- British TV guides and women's magazines love to discuss upcoming plots. When I pointed out that these magazines always spoil plots and yet she still reads them, my mother said she likes how it's played out, not what happens.
- A particularly noteworthy example is the first episode of the notorious flop Eldorado. This involved characters talking about their friend Bunny, who was returning to Spain from England with his new wife. The thinking was that they knew Bunny, but we didn't, so they could drip-feed us information about him, while they were as in the dark about his new wife Fizz, as we were. This would keep us hooked throughout the episode, and we'd be shocked at the end when chubby, middle-aged Bunny turned up with beautiful young Fizz in tow. The reality was that Bunny and Fizz were heavily featured in all the publicity, to the extent that Fizz was the cover star of that week's Radio Times, so the viewers already knew everything. The non-existent mystery made for a very boring episode indeed. Eldorado never recovered.
- The main exception is the final episodes (usually the last two), especially if there is a "who killed X" plot. In the last case, often several variations of The Reveal are filmed, with different culprits, to prevent leaks (only one of them is actually broadcast).
- On The Next trailers are a frequent source of spoilers, to the degree that many fans refuse to watch them in order to remain "pure". 24 and the 2000s Battlestar Galactica are major offenders in that category.
- Battlestar Galactica even went a step further, and put spoilers for each episode in its own opening credits. They flashed by at high speed, but some people still could see them clearly, and had to close their eyes through the credits or else have every episode spoiled.
- The British TV guide Radio Times is bad at this; so bad, in fact, that one of the writers of Doctor Who, Steven Moffat, once went onto a massive Doctor Who forum and warned everyone to stay away from it. Ironically, said magazine is made by the same people who make Doctor Who in the first place.
- Many Doctor Who stories have been spoilt by the title, particularly when featuring popular and prominent villains such as the Daleks and the Cybermen. As such, many a big dramatic surprise reveal and cliffhanger that these feared adversaries appeared in would be completely ruined by the fact that the story was titled '(Something) of the Daleks / Cybermen', thus priming the audience to expect them to appear at some point. The new series isn't entirely free of this; guess what appears in the episode called 'Dalek'?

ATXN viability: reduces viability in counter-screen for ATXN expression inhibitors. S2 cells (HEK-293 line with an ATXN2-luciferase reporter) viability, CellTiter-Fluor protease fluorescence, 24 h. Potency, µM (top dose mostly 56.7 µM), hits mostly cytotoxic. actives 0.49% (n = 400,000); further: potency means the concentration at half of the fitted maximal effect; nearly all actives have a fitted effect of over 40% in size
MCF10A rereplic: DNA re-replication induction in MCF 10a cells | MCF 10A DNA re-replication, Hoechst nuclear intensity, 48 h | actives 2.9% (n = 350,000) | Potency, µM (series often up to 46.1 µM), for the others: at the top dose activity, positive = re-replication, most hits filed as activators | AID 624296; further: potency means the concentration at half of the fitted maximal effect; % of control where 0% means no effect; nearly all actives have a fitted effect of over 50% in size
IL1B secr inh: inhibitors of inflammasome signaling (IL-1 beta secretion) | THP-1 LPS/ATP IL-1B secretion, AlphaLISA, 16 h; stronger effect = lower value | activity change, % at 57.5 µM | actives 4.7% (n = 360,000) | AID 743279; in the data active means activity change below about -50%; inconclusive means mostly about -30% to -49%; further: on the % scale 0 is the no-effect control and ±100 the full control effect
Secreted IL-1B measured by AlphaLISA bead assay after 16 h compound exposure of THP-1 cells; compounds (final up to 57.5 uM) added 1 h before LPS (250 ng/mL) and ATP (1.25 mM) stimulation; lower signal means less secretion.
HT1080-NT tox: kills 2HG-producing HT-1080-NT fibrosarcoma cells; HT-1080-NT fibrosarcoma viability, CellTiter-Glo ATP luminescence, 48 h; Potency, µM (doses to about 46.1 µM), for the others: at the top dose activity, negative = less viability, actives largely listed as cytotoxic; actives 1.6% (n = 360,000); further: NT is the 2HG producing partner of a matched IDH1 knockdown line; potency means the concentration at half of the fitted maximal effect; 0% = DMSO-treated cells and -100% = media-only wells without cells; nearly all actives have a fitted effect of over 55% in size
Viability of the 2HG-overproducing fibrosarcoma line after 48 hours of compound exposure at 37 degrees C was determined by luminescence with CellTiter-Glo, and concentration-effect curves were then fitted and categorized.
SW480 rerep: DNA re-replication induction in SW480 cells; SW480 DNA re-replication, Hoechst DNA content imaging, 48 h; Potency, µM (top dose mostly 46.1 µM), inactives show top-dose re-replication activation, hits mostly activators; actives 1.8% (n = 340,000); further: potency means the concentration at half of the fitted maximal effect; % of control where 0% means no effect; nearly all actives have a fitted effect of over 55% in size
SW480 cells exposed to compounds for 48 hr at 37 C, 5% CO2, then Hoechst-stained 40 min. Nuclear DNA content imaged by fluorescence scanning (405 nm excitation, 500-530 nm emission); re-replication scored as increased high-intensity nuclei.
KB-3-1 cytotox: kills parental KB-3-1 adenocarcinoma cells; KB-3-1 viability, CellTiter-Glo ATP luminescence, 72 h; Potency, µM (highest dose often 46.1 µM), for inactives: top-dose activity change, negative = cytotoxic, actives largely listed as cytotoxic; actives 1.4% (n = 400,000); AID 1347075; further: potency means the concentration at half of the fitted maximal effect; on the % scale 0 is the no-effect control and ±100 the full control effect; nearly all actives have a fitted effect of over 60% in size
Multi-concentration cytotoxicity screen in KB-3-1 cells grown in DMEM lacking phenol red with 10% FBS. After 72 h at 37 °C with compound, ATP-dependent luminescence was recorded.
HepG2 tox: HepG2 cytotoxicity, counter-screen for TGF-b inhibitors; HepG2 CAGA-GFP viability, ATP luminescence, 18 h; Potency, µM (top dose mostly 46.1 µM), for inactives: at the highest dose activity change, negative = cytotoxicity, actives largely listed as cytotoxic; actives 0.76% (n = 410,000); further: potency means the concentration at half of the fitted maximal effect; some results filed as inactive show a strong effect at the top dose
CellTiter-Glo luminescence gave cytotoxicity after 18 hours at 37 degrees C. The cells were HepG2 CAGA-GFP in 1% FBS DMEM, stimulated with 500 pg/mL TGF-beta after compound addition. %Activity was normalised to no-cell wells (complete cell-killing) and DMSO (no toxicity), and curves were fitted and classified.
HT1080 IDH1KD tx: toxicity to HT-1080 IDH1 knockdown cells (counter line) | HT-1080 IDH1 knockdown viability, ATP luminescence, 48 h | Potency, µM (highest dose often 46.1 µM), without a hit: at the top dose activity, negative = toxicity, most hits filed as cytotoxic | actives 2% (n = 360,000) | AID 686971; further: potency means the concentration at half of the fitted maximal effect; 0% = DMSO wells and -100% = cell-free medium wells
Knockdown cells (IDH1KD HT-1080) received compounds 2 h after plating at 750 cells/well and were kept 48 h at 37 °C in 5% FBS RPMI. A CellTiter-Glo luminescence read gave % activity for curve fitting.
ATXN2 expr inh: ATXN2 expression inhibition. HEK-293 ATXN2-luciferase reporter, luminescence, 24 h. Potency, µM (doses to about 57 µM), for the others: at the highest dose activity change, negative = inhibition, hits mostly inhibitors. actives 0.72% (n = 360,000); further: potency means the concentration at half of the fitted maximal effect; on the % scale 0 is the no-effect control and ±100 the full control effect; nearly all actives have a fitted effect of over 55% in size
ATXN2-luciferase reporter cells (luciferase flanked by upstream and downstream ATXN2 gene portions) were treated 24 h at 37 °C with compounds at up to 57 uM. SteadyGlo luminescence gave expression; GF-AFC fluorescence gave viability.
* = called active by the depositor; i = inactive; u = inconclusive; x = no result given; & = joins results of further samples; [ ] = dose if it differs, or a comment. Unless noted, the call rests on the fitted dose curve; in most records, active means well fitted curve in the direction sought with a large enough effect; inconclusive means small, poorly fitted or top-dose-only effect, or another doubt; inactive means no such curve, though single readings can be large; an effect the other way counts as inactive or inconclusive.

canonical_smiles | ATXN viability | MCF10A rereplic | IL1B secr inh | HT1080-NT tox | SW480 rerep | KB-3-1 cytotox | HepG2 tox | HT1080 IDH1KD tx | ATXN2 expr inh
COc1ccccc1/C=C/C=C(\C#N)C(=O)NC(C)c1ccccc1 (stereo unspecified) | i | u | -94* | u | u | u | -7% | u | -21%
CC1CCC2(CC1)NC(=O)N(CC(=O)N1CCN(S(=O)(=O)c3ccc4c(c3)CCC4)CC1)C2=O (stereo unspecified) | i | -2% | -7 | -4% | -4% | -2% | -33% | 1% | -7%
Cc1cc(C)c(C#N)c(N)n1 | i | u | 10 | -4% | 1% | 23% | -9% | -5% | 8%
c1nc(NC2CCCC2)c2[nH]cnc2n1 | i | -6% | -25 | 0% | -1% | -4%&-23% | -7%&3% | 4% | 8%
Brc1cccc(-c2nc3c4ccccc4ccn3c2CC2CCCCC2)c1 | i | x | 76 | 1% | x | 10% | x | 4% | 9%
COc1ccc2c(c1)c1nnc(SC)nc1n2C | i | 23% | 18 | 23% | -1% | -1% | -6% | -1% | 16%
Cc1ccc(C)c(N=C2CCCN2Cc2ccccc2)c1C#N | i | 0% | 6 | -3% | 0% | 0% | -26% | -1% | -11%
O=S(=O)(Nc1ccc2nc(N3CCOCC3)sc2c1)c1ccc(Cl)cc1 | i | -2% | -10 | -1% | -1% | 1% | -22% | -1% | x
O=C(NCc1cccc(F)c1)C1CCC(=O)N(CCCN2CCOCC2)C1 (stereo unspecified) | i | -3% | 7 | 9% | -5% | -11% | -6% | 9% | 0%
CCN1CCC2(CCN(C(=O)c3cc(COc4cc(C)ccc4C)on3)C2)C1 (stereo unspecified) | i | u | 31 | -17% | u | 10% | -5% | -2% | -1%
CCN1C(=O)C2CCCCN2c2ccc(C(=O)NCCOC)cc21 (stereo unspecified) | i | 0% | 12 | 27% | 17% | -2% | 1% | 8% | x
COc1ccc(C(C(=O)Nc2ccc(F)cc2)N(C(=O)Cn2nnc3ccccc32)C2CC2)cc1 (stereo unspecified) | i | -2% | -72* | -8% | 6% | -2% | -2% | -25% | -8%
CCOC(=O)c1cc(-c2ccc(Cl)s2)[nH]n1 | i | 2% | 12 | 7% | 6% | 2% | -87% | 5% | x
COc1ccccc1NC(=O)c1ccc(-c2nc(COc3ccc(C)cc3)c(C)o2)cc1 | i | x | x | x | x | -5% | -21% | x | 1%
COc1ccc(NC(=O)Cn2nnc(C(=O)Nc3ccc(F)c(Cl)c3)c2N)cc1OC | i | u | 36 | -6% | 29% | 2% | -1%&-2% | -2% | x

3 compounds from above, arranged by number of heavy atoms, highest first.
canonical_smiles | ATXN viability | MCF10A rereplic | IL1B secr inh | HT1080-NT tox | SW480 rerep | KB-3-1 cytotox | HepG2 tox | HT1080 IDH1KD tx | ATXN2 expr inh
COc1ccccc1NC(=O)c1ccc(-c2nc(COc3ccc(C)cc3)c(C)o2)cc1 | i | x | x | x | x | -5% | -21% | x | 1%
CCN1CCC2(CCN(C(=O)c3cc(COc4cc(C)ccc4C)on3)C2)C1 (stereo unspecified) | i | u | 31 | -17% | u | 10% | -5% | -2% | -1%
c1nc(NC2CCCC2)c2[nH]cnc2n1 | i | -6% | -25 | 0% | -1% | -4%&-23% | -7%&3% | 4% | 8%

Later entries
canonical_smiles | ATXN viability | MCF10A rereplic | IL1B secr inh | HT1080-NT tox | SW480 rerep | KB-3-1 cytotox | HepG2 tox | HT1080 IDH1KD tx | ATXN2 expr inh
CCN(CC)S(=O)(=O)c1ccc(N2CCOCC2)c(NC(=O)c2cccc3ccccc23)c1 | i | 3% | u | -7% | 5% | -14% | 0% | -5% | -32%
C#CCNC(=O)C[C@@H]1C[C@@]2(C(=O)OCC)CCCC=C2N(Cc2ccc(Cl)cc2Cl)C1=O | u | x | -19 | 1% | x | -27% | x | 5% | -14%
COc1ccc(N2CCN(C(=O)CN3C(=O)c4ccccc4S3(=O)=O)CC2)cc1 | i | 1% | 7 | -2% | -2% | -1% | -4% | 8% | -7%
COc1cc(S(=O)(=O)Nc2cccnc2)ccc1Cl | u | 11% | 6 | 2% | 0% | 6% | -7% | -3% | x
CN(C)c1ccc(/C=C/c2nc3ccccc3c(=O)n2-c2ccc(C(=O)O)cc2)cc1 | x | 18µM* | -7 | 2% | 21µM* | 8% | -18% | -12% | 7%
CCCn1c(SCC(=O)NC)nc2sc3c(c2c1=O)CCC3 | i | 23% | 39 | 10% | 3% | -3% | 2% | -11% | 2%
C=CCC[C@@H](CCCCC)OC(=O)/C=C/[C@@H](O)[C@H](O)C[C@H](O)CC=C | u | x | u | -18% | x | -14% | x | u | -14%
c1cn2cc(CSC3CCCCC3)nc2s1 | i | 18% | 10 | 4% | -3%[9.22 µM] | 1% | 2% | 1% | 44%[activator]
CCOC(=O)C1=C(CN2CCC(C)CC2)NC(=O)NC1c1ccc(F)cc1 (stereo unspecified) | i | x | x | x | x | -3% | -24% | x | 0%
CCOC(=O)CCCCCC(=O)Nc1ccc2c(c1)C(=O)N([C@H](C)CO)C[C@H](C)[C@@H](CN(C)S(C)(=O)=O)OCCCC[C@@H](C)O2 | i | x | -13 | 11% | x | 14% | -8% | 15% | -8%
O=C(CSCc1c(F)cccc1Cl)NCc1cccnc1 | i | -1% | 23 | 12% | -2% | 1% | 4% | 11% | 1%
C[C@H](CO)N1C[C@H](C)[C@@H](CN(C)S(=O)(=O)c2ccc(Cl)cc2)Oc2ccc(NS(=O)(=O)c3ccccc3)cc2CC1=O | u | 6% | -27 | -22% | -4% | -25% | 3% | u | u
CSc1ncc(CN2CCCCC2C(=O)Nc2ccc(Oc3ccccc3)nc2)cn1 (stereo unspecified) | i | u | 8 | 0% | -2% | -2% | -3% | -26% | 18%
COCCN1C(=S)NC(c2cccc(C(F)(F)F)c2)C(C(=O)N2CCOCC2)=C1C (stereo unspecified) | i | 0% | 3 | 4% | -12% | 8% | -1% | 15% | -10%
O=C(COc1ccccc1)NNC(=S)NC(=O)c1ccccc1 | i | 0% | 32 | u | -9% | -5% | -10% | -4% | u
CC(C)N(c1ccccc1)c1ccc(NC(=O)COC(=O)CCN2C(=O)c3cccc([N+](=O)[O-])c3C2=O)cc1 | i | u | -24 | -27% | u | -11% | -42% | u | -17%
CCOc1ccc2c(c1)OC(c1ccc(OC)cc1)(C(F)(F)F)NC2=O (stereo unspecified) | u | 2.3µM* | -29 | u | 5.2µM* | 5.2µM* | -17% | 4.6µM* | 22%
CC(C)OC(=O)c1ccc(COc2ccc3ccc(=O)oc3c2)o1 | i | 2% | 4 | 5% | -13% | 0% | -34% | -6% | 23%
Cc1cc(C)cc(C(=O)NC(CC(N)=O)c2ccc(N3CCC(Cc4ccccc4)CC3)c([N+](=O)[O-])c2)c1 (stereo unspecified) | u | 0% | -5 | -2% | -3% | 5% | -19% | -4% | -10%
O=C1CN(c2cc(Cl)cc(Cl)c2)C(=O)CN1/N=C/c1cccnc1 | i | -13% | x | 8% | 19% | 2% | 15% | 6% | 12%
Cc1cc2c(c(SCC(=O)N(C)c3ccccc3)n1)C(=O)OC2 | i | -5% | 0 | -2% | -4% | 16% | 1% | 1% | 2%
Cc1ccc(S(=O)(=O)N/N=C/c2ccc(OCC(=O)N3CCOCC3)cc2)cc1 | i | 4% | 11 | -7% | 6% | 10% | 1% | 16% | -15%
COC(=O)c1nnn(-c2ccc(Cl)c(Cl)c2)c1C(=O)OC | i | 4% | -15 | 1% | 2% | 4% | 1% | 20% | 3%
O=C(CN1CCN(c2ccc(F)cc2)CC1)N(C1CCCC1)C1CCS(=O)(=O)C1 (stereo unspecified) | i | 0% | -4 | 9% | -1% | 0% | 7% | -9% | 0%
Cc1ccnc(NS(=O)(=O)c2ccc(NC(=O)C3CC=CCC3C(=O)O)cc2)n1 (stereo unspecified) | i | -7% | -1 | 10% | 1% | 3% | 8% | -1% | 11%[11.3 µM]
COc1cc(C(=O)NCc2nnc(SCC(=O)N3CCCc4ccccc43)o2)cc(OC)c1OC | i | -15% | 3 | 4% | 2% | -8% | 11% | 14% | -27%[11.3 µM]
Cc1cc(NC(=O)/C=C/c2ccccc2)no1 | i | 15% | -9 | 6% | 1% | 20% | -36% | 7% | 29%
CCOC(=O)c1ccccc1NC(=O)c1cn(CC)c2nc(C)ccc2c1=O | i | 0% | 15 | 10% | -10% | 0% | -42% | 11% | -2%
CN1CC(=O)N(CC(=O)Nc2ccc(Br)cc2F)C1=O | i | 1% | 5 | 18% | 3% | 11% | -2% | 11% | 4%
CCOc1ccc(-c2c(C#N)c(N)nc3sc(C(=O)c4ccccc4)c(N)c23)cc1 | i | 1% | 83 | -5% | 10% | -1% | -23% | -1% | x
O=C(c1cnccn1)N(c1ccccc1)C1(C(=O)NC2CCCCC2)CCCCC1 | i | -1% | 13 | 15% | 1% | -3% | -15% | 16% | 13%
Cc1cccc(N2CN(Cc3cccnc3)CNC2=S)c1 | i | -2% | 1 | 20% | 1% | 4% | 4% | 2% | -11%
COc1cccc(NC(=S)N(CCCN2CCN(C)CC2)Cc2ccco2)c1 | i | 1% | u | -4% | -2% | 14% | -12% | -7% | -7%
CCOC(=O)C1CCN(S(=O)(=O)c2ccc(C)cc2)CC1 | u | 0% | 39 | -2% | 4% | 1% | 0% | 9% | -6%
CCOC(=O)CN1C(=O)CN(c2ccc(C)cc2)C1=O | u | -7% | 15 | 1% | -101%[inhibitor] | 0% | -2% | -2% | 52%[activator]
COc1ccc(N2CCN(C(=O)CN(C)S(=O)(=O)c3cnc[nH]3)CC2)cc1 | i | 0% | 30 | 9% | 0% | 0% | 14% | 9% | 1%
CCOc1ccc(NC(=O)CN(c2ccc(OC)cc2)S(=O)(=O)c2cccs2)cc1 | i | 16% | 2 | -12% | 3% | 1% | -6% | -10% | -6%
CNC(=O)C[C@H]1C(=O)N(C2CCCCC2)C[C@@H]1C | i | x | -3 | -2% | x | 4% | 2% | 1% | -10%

- Russell T Davies caught some flak for them putting Dalek Sec on the front cover, he'd decided to go for the cover than the surprise.
- "Bad Wolf" did not have its title revealed until some weeks into Season 27/1.
- In season 30/4, the producers have tried to avert this with the twelfth episode, which remains unrevealed several months after the other titles have been revealed.
- In "Silence in the Library" the Doctor berates Donna for trying to look in some history books from the future as they'd contain spoilers for reality.
- The episode's subsequent 'Next Time' trailer then ended with two characters repeating the word "spoilers", followed by a third shouting "No, don't tell, you mustn't tell!" into the camera. Knowing what Steven Moffat's like, it's not hard to imagine that the trailer was edited that way deliberately.
- A notable aversion occurred in 1982, when the Cybermen returned to the series for the first time in seven years. The episode title ("Earthshock") doesn't mention them, the TV guide listings were carefully crafted to avoid TV Guide Spoilers, and the then producer actually turned down a Radio Times cover story in order to keep the surprise.
- The Jon Pertwee serial "Invasion of the Dinosaurs": The title was simply "Invasion" until the big reveal, after which the complete title was shown.
- Advertising for the fifth season finale of Buffy the Vampire Slayer (and the series finale, from the WB's perspective) blatantly spoiled Buffy's death, by running ads featuring Buffy's tombstone.
- The March 24th, 2008 episode preview for two game shows - Are You Smarter Than a 5th Grader? and Deal or No Deal - revealed the results of the games.
- Stargate SG-1's fourth-wall cracking, in-joke spouting, lampshade-hanging 200th episode...called, of course, "200" (for reasons both related and not to this fact)...featured the return of Richard Dean Anderson's character General (formerly Colonel) Jack O'Neill for the first time on the show since the beginning of season 9. This exchange says it all:
- And it was.
- Complete scene by scene spoilers for LOST's 3rd and 4th season finales made it to the internet before those episodes aired. In the case of season 4, some fans thought the spoiler was actually a foiler because the "frozen donkey wheel" seemed so crazy. In an effort to keep the whole thing from being spoiled, multiple versions of the revelation that it's Locke in the coffin were filmed, with various characters.